It can kill the micro-organisms in the soil which are beneficial to your plant, as well as burn its roots.
As a result, your plant will lack nutrients because the roots are unable to extract them from the soil.
A Begonia that is showing signs of overfertilization will show brown spots, and the ends of the leaves will start to curl.
How to Fix
- Use a balanced fertilizer like 10-10-10 to make sure that your Begonia is receiving nutrients in equal measure. An overload of one nutrient will inhibit the plant’s ability to absorb the others.
- Dilute the fertilizer using 1-part fertilizer for every 3-parts water. Using neat fertilizer will be too strong for your Begonia.
- Fertilize your plant once a month. More frequent fertilization will cause the leaves of your Begonia to curl because fertilizer also contains salt. If your plant ingests too much salt the leaves will dry out.
Lack of Nutrients
Begonias rely on a combination of nutrients to stay in good health.
An equal balance of nitrogen, phosphorus, and potassium is needed to keep Begonias happy.
If these nutrients are lacking, or if the plant is not able to absorb them efficiently, the Begonia will start to look sick and its leaves will shrivel and curl – a very sad sight!
How to Fix
You can take a few steps to ensure that your Begonia is getting the nutrients that it needs.
- Make sure to fertilize your plant once a month. Use a balanced fertilizer that will provide equal parts nitrogen, phosphorus, and potassium.
- Check the pH of your Begonia’s soil. If the pH isn’t correct your Begonia will struggle to extract nutrients from the soil, even if they are present!
- You can test the pH of your soil at home using a home-testing kit.
- Begonias like the soil to be pH 6.5.
- Add lime to raise the pH level, and sulfur to lower it.
Begonias appreciate temperatures that are on the cool side. The optimum temperatures for them are between 58 – 72°F (14 – 22°C).
Not only do Begonias like to be kept at a specific temperature, but they can go into shock if the temperature changes too quickly.
This can be caused by natural temperature changes or the presence of a draft or heating.
If your Begonia gets too cold, its roots won’t function well. They will struggle to bring nutrients up into the plant.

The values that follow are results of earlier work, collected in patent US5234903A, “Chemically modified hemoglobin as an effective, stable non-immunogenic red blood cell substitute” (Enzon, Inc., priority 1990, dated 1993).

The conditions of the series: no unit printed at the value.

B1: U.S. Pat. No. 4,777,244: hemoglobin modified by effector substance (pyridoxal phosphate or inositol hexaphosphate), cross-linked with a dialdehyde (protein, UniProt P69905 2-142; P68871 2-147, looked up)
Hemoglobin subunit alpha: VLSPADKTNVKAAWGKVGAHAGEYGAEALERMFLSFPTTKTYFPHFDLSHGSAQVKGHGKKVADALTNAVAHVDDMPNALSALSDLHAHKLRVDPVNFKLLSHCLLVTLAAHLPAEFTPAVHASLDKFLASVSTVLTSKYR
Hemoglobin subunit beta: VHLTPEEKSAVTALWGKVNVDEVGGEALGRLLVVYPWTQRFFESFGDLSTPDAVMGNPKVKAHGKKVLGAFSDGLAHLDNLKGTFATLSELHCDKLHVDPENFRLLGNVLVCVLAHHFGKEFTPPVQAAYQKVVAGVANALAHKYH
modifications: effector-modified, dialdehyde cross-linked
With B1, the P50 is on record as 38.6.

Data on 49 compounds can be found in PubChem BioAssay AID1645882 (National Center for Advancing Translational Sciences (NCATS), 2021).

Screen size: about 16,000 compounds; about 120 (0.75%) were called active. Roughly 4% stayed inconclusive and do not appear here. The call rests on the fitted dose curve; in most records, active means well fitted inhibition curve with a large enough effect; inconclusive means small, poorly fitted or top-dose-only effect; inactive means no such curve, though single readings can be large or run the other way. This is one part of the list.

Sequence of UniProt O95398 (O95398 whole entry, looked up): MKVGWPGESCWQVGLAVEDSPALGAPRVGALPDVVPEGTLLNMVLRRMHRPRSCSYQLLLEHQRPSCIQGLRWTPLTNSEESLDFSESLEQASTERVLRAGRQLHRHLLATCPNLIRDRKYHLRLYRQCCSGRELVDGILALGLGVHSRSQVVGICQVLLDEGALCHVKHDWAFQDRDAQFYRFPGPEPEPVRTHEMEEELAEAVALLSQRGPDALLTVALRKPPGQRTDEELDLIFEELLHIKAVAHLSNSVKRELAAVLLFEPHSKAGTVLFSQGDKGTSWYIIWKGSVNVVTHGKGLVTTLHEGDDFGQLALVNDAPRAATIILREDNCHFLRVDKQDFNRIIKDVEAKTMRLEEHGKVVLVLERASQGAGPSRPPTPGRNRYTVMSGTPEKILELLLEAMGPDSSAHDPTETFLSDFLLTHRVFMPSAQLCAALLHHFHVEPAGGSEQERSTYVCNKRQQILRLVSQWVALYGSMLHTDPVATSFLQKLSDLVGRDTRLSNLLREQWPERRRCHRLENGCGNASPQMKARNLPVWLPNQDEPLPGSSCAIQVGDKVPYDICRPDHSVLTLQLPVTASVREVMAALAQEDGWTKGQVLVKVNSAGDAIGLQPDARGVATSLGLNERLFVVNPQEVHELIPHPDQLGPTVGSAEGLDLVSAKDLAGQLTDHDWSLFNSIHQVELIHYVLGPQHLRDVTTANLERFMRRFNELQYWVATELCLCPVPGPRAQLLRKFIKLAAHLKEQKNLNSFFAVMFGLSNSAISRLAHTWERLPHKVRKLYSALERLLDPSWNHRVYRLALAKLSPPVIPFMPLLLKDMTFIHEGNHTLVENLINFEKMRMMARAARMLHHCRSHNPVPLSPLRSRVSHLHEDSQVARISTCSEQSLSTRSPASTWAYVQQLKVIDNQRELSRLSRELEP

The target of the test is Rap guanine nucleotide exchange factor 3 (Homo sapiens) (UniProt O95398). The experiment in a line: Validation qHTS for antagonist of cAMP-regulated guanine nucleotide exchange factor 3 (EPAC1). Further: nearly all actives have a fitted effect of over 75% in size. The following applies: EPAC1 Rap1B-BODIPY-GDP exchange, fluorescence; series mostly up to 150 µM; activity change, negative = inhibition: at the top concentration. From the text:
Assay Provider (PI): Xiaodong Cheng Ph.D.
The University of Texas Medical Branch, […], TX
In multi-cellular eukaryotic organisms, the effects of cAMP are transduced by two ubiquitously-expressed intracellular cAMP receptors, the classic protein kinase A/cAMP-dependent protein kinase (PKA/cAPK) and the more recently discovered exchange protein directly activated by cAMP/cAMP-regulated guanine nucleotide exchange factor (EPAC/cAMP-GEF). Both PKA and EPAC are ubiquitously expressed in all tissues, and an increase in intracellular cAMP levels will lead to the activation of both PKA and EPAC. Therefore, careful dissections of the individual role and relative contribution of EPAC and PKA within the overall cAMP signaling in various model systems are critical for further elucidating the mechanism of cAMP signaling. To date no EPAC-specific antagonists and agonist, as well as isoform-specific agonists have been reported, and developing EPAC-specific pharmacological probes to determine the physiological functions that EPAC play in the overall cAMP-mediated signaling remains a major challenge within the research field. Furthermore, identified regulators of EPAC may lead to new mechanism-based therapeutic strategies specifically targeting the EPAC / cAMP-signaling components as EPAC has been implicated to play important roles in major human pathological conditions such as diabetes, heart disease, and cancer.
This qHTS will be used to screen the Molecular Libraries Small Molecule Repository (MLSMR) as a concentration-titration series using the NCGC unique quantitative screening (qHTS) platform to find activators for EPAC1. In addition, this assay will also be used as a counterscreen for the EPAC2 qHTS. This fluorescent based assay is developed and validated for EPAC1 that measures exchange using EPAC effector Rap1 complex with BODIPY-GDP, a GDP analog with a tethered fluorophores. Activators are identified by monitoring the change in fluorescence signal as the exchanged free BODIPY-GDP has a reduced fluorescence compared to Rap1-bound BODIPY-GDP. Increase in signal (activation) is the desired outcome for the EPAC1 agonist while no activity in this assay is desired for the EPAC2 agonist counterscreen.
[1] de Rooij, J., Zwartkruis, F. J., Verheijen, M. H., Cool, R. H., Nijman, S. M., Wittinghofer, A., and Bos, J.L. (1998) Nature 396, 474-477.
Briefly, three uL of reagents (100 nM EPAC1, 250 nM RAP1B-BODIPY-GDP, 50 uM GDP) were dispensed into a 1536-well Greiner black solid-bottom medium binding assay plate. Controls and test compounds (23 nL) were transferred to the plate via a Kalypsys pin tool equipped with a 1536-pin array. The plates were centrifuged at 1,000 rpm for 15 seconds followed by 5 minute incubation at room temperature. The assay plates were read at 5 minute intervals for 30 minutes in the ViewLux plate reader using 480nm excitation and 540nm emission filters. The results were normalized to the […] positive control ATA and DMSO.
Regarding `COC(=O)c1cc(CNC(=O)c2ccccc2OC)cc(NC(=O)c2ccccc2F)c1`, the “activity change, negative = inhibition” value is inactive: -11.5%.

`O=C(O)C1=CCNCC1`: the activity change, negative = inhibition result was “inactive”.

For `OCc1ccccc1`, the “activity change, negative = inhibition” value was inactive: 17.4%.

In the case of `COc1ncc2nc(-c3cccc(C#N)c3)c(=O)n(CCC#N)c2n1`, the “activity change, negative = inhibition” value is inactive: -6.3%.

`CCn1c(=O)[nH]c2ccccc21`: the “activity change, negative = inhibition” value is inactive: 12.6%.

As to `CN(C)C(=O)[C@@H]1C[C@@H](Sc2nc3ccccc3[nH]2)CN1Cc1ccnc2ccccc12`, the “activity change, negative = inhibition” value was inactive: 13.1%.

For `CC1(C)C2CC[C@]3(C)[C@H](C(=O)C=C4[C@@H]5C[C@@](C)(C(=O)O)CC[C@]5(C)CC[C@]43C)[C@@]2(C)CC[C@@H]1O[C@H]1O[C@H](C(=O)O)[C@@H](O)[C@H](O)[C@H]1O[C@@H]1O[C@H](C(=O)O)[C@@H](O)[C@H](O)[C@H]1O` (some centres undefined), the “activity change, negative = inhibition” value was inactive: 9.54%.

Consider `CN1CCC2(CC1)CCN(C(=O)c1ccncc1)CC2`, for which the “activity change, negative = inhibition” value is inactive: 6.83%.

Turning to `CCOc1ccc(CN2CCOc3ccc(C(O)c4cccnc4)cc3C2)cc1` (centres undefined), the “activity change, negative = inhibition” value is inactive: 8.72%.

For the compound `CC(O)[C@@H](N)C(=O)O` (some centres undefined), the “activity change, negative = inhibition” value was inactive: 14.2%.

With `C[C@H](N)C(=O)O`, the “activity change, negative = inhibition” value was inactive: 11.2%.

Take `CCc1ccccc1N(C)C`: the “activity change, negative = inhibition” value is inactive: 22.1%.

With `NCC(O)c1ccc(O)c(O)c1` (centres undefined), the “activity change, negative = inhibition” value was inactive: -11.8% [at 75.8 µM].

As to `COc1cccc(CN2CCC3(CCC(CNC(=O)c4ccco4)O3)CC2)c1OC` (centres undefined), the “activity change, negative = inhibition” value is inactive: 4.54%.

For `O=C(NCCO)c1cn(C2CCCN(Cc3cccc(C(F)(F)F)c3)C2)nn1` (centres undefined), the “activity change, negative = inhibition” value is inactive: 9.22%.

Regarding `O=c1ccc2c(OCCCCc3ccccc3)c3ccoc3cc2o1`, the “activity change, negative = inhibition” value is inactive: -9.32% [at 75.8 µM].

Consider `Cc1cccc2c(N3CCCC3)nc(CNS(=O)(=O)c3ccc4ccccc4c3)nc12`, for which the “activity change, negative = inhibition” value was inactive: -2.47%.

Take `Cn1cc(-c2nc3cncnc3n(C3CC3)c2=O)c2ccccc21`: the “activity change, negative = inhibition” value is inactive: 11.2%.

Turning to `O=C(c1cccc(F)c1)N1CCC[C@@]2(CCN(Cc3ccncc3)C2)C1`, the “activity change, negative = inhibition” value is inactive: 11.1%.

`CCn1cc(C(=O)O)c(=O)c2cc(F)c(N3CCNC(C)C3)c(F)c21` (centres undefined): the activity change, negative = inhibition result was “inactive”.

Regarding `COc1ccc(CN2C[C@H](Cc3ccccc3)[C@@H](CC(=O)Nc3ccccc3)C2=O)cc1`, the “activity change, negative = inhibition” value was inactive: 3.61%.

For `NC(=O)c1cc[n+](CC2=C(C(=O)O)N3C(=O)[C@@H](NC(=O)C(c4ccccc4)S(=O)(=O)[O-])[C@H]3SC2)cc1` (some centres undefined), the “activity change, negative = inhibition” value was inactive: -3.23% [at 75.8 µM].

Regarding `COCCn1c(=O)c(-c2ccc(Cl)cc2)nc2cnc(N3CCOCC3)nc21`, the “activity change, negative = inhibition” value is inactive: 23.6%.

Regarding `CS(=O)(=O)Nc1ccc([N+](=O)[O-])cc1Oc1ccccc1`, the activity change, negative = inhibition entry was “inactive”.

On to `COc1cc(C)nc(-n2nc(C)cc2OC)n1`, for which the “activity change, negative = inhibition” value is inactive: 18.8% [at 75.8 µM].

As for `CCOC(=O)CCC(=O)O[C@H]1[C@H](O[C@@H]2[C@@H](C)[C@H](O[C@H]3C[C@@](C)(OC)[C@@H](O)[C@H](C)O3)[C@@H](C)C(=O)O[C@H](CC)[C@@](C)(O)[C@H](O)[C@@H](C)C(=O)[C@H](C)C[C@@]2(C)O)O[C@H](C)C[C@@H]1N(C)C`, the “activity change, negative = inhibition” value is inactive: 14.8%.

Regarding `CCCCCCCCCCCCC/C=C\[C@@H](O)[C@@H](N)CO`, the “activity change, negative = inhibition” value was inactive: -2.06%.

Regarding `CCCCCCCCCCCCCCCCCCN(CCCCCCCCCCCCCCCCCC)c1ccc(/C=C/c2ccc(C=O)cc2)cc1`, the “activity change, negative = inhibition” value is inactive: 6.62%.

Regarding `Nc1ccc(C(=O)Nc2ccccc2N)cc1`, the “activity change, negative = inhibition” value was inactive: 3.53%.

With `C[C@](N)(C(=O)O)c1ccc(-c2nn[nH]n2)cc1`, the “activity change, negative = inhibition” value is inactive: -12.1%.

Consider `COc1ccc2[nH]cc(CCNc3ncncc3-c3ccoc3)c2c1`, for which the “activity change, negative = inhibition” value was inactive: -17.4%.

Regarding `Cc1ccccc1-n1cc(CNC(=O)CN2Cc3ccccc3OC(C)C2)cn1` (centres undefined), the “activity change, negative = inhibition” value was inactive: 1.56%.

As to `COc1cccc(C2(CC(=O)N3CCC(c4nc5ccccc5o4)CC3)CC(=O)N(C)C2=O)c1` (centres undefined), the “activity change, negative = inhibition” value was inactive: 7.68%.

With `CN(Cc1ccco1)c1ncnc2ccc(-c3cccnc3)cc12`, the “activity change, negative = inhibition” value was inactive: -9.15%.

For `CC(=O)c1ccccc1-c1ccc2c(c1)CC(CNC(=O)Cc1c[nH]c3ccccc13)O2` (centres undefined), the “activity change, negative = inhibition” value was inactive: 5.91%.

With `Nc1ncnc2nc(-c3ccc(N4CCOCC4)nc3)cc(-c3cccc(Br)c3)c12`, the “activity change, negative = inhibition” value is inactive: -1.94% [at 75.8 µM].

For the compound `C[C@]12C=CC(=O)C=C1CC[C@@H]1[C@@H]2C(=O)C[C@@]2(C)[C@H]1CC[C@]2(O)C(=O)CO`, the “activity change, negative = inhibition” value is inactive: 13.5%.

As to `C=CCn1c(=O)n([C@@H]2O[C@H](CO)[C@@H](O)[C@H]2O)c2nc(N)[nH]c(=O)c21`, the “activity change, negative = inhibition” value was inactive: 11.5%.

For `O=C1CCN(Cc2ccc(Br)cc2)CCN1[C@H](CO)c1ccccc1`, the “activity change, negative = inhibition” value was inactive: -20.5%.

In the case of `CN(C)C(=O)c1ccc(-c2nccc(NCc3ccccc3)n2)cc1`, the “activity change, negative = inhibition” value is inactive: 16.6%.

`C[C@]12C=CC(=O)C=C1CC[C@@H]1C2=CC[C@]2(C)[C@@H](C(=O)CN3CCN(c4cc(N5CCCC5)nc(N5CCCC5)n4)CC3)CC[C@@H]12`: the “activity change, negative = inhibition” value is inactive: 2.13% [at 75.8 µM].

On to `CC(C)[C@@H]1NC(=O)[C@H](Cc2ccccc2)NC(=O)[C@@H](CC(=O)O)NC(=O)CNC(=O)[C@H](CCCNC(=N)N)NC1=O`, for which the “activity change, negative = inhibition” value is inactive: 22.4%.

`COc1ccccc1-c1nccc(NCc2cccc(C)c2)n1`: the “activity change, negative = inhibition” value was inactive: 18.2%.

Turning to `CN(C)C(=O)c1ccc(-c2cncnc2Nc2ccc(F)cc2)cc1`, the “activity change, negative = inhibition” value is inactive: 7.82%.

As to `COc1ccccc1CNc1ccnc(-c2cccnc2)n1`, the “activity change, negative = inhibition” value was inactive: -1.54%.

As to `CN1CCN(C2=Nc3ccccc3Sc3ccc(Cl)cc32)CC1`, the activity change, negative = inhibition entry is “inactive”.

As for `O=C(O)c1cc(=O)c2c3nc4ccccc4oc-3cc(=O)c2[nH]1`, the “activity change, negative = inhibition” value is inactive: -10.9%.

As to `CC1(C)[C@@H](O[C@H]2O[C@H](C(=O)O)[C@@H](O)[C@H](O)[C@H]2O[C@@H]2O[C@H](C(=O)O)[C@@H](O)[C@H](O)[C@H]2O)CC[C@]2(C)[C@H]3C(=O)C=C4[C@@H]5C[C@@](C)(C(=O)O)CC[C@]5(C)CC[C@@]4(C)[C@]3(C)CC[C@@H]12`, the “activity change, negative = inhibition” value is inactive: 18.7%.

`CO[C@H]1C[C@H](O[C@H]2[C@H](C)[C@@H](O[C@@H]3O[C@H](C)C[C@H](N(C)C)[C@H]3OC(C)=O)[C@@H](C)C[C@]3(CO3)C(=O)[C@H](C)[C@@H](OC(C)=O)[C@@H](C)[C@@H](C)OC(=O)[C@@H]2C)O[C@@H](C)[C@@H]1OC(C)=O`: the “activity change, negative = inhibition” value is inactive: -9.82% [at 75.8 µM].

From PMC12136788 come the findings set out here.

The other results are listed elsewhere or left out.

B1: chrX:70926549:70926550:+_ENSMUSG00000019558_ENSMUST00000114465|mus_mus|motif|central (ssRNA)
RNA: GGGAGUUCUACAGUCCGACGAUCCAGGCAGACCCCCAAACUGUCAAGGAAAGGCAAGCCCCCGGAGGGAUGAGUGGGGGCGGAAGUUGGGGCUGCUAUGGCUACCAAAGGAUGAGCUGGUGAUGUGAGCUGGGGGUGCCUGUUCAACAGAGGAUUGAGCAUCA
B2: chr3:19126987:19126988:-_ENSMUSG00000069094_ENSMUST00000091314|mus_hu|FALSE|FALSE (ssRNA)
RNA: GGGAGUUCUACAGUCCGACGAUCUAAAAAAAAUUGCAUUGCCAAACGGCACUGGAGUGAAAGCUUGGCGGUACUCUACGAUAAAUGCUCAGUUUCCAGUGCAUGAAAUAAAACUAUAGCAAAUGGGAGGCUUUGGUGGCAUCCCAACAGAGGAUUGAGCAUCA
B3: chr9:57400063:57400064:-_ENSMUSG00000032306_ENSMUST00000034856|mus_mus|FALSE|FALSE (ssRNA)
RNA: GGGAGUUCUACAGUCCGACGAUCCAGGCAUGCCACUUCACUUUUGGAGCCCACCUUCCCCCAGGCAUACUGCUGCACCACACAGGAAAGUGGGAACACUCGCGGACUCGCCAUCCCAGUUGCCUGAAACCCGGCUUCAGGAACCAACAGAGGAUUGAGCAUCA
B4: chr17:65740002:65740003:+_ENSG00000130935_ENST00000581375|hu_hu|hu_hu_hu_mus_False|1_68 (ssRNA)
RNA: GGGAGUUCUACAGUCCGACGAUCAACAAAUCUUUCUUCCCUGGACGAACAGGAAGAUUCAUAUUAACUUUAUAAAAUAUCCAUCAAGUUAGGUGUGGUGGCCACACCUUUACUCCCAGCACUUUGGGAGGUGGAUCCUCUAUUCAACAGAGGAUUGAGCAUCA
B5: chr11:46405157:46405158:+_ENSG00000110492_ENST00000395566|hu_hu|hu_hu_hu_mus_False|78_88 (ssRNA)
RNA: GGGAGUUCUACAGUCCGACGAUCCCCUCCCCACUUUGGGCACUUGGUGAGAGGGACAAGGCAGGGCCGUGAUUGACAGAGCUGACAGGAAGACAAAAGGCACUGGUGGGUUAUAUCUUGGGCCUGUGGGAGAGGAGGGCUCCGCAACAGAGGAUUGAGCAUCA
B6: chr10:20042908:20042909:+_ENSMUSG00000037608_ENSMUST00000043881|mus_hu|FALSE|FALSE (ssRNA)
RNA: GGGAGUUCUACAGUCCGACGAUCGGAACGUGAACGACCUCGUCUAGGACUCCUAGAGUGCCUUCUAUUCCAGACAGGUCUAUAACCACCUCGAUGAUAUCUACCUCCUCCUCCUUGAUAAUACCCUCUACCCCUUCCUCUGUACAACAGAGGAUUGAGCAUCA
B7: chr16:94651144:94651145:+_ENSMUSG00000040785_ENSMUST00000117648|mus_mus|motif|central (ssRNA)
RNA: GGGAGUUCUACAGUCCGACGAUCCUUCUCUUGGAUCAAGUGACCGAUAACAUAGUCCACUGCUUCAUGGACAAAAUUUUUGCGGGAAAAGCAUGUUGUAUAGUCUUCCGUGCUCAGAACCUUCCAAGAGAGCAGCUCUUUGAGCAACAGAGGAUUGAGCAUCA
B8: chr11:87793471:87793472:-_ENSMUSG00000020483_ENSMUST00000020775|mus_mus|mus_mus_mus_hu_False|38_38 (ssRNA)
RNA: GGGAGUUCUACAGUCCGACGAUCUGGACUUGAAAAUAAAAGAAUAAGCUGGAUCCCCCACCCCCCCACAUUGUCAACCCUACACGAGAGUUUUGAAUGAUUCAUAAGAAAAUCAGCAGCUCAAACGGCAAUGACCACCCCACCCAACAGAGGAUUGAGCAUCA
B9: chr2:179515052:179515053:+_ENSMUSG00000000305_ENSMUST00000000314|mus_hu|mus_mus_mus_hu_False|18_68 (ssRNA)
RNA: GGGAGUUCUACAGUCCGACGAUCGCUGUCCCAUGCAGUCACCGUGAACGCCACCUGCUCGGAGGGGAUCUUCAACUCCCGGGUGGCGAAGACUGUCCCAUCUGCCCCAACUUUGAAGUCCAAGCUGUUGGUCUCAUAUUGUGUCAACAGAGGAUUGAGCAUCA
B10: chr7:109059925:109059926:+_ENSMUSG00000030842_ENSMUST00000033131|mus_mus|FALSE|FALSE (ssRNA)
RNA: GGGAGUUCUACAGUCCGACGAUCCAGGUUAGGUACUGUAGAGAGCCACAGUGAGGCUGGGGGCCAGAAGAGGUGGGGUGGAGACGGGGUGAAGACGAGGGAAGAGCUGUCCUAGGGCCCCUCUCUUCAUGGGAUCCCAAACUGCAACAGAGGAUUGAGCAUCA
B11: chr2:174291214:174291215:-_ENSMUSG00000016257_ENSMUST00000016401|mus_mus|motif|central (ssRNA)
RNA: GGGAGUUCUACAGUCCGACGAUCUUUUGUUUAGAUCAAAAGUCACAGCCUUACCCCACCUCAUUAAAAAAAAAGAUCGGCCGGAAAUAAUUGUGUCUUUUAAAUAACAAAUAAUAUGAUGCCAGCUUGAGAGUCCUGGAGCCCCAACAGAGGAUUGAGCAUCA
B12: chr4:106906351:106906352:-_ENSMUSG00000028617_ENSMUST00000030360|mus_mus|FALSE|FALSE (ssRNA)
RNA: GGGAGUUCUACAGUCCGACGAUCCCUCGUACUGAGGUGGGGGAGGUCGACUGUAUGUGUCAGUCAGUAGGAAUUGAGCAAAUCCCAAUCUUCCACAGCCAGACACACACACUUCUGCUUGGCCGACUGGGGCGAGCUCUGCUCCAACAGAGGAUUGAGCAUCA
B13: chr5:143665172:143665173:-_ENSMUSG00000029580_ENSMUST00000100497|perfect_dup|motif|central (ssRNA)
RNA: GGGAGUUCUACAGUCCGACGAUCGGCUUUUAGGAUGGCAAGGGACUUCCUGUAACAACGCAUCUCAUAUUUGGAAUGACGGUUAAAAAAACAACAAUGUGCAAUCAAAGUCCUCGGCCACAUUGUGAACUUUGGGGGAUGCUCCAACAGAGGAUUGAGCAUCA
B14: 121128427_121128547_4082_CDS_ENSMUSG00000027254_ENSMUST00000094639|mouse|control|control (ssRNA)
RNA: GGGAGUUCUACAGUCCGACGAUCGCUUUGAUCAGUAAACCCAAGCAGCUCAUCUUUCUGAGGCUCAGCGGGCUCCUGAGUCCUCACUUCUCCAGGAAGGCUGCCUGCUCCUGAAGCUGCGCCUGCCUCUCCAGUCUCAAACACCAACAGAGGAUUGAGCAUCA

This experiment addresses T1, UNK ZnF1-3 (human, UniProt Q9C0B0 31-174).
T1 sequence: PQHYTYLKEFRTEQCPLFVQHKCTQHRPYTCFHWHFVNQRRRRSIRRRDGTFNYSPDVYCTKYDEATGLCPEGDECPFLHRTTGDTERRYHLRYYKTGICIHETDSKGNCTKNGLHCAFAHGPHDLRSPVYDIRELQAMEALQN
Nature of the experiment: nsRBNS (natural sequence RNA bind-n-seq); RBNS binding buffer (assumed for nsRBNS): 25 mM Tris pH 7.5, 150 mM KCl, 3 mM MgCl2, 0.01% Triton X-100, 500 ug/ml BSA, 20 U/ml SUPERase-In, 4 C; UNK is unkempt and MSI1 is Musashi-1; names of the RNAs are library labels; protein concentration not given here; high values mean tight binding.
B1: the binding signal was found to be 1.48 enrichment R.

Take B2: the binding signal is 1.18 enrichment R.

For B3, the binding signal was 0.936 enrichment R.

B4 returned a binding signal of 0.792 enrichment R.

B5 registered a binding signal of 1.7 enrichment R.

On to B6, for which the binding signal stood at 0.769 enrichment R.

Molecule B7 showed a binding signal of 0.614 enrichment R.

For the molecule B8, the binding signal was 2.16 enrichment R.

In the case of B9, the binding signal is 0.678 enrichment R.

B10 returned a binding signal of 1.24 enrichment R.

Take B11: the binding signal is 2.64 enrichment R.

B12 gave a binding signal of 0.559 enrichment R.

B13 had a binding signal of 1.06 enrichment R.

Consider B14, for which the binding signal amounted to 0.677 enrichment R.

If it is too hot, your plant could quickly become underwatered and the leaves may get scorched.
If the temperature changes too quickly and your Begonia goes into a state of shock, the natural processes of the plant will be interrupted.
All of the above scenarios can cause the leaves of your Begonia plant to curl.
How to Fix
Try to keep a thermometer on hand so that you can check the temperature of the room where you keep your Begonia.
If the temperature falls below 58°F (14°C) consider moving your plant to a warmer room, perhaps one with fewer windows and drafts.
When temperatures rise above 72°F (22°C), it’s time to take measures to cool your Begonia down.
Move your plant to a cooler room and consider opening windows in the mornings and the evenings to allow in colder air.
Avoid stress caused by temperature changes by not suddenly turning on the heating or air conditioning near your Begonia.
Direct Sun Exposure Cause Sunburned Leaves
Most varieties of Begonia like to be placed in partial shade and indirect sunlight.
Direct sunlight can cause damage to your Begonia’s leaves by scorching them.
It can also make the soil of your Begonia dry, causing your plant to become parched.
The leaves of a scorched or parched Begonia plant are prone to curling as they get burnt and dehydrate.
The roots of a dehydrated plant are not able to provide sufficient water and nutrients.
If your Begonia doesn’t get enough sunlight, it will not be able to carry out photosynthesis. This process allows the plant to use light to turn nutrients into food.
If there is a lack of light, your plant will struggle to grow and will become weak and flimsy.
The leaves of your Begonia will suffer: their growth will be stunted, they will turn brown, and you will notice them drying and curling.
How to Fix
You can easily fix the problems caused by light exposure by following these steps:
- Make sure your Begonia is not sitting on a windowsill that receives direct sunlight.
- Don’t hide your Begonia away in the dark. Place it in a room that is bright during some parts of the day and shaded during others.
- Consider using sunshades on the windows if you worry your Begonia is directly in the sun and you can’t move it elsewhere.
- If there is not enough light, you can use an artificial plant light to mimic sunlight. This will assure that your Begonia is able to carry out photosynthesis.
Begonias need a pot of about 6-8 inches (15 – 20cm)per plant. If the pot is too small their roots will not be able to grow properly and will get rootbound.
When roots become rootbound they are unable to transport essential water and nutrients to the body of the plant.
A pot that is too small also can’t hold a sufficient amount of nutrients in the soil.
If the Begonia is too big for its pot, it will quickly use up the nutrients in the soil and develop a deficiency.
If your Begonia is in too large a pot it may become waterlogged. This happens because the soil retains too much water and the plant can’t make use of it.